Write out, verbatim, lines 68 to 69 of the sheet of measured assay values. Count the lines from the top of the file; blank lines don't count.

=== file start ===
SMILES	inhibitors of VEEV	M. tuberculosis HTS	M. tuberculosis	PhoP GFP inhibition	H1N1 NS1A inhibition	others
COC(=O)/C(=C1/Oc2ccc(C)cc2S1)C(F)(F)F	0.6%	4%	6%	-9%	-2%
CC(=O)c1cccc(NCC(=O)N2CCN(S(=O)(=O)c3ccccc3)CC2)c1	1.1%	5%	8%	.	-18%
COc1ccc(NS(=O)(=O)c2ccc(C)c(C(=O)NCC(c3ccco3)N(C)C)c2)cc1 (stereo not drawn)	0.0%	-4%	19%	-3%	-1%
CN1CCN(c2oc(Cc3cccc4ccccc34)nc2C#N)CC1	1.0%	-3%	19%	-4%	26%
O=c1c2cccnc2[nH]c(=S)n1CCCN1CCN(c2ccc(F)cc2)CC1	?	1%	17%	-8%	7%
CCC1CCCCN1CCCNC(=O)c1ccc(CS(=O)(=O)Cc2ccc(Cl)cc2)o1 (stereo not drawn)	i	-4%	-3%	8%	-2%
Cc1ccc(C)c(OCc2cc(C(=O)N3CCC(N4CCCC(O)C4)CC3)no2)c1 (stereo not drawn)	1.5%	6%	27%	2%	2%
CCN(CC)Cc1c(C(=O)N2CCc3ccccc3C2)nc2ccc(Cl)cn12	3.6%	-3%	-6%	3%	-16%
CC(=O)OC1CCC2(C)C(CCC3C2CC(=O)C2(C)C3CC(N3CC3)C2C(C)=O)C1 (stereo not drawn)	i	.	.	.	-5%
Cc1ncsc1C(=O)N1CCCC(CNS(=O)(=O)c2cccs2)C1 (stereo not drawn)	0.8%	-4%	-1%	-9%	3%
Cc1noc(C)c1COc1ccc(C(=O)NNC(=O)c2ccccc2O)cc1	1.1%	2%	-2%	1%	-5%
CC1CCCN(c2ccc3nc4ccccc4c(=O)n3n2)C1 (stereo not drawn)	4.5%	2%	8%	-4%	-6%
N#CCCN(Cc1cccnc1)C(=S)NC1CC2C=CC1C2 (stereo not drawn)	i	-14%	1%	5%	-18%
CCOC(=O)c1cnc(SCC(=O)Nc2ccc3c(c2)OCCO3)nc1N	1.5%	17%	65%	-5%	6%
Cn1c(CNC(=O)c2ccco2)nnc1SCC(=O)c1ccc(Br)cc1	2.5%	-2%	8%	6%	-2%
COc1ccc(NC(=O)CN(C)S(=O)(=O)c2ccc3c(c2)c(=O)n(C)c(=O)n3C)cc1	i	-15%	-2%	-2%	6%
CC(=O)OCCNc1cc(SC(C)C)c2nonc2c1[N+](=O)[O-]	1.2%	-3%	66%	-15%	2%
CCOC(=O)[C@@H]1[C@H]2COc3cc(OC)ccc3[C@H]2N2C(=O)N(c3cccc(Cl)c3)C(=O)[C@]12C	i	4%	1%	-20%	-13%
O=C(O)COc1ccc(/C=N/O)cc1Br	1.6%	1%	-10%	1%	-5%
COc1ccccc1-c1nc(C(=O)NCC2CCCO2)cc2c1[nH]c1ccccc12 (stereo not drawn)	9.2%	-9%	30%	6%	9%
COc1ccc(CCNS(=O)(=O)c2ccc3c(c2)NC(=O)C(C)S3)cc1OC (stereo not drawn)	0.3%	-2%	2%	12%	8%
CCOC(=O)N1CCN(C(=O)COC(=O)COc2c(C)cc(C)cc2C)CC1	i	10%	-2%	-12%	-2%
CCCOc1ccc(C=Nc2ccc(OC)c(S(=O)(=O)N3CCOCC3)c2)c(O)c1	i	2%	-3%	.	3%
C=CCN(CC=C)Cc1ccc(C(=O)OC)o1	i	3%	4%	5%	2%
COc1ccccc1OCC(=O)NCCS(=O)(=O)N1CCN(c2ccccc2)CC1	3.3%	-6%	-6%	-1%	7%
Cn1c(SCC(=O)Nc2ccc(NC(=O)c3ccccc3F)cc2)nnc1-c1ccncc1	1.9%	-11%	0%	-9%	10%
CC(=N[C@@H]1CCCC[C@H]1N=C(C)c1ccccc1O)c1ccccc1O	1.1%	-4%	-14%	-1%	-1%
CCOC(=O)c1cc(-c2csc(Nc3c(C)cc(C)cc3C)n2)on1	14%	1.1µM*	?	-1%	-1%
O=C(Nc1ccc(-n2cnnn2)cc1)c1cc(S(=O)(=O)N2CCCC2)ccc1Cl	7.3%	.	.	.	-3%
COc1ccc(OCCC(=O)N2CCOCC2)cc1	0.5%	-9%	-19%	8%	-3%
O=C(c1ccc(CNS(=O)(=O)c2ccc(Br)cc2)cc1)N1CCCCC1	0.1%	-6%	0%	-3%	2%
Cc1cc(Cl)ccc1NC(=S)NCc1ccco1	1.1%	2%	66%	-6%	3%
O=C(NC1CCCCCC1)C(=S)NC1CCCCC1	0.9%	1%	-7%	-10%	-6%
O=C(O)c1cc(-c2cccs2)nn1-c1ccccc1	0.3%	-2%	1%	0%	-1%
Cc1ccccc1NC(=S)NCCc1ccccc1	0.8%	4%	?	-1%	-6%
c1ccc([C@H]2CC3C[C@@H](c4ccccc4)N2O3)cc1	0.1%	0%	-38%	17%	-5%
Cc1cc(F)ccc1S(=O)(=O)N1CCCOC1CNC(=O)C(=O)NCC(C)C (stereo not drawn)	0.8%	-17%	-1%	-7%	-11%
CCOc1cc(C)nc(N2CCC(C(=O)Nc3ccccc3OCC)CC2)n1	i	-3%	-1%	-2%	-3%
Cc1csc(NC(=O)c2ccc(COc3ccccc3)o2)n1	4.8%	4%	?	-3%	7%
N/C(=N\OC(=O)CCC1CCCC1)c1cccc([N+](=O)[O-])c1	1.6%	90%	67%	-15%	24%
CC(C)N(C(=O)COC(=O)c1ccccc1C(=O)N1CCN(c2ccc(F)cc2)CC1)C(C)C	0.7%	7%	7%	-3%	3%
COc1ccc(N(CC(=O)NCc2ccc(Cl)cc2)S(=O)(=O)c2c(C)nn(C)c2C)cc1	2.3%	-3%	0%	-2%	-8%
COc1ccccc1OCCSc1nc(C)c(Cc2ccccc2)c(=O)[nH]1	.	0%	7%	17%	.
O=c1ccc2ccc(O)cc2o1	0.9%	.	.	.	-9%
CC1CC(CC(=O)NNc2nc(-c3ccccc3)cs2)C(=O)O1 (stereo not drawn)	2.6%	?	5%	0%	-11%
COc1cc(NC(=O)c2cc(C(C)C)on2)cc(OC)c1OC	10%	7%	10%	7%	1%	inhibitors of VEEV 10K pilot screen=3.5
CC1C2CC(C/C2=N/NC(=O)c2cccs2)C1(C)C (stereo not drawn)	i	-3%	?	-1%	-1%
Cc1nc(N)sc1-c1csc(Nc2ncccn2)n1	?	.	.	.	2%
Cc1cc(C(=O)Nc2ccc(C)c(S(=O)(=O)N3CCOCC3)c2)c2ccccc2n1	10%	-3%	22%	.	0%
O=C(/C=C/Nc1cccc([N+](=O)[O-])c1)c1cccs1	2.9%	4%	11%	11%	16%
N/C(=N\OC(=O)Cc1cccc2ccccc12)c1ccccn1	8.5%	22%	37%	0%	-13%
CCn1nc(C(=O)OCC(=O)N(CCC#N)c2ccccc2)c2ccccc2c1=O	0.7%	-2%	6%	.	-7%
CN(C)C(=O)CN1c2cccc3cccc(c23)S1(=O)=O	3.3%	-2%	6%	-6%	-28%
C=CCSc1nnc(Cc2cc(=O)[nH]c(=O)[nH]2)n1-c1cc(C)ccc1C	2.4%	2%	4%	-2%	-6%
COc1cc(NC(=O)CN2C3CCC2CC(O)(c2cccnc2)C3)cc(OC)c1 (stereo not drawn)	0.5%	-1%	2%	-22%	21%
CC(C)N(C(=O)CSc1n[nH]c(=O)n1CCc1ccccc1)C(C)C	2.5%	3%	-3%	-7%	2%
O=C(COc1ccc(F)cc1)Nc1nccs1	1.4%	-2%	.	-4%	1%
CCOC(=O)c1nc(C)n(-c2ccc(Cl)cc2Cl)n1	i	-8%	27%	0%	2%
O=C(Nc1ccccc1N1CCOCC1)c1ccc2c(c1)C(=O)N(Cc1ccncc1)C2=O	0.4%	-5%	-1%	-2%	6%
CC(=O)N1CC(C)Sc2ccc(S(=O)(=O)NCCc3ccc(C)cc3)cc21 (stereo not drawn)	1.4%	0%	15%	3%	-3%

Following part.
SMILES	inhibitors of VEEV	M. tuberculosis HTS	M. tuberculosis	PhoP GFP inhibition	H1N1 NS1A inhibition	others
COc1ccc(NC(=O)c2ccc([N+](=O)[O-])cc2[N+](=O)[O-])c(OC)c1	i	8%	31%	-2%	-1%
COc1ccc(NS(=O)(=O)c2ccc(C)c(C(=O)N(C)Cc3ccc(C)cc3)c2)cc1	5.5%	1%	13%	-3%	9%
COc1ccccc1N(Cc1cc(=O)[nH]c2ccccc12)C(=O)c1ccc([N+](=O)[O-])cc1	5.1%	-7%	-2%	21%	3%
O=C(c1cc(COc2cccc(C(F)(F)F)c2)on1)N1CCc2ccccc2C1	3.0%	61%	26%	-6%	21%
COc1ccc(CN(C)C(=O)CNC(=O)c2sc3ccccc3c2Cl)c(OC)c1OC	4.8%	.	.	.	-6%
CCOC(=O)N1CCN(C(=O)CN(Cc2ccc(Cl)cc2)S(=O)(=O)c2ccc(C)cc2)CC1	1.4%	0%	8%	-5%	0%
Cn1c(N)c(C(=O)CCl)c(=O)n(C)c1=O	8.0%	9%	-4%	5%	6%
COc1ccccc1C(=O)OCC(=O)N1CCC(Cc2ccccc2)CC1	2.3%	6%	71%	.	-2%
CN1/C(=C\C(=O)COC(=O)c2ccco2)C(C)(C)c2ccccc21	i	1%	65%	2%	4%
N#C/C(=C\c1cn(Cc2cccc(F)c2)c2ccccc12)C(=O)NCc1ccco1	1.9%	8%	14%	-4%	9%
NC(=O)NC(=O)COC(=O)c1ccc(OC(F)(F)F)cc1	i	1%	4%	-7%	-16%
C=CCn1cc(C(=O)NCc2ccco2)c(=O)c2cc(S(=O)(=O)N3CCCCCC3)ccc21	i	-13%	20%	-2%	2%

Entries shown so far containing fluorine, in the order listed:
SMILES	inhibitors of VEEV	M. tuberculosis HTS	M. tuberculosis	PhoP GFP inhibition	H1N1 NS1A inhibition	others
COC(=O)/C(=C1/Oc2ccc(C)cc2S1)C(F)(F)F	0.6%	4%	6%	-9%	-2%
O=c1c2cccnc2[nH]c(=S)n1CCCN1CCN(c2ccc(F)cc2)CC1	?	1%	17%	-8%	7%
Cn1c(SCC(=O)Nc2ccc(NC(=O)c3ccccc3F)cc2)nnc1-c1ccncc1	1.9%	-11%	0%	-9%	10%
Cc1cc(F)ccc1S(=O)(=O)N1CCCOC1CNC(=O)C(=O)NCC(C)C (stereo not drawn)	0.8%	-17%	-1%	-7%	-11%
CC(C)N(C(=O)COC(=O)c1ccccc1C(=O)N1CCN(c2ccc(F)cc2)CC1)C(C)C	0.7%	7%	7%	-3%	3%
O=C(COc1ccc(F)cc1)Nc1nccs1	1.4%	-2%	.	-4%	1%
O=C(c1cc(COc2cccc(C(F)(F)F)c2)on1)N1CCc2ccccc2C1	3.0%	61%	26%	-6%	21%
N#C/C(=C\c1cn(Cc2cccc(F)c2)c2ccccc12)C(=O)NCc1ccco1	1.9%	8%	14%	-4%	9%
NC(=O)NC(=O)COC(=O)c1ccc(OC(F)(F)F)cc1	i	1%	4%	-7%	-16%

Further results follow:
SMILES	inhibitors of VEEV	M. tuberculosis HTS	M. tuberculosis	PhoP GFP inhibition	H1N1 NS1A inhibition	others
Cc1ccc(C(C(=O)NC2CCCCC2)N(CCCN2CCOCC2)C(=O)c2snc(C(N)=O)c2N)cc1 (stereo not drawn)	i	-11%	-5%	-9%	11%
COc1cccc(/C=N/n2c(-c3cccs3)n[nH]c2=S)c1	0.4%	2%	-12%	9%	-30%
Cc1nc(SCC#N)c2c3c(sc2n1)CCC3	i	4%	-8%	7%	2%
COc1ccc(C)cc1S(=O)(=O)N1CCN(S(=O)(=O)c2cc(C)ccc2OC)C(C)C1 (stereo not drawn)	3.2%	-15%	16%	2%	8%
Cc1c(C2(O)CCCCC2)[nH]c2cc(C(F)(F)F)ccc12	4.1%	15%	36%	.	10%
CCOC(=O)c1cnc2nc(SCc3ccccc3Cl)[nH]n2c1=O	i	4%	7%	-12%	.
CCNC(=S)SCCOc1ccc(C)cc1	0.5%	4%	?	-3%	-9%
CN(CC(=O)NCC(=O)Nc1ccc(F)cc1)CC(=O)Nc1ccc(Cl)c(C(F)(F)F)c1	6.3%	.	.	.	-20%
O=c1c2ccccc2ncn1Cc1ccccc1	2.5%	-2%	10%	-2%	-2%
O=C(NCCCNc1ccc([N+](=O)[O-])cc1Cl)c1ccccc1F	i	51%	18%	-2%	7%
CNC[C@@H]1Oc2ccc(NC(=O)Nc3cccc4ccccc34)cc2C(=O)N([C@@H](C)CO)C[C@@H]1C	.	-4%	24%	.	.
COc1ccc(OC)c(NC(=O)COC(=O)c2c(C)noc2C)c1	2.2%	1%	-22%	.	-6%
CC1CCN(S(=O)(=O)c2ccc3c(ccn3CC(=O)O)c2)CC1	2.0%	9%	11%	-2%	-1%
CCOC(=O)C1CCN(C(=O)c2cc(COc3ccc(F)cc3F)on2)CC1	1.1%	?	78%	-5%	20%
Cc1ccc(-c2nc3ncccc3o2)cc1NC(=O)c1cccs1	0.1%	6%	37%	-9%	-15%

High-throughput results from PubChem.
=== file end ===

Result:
COc1ccc(CN(C)C(=O)CNC(=O)c2sc3ccccc3c2Cl)c(OC)c1OC	4.8%	.	.	.	-6%
CCOC(=O)N1CCN(C(=O)CN(Cc2ccc(Cl)cc2)S(=O)(=O)c2ccc(C)cc2)CC1	1.4%	0%	8%	-5%	0%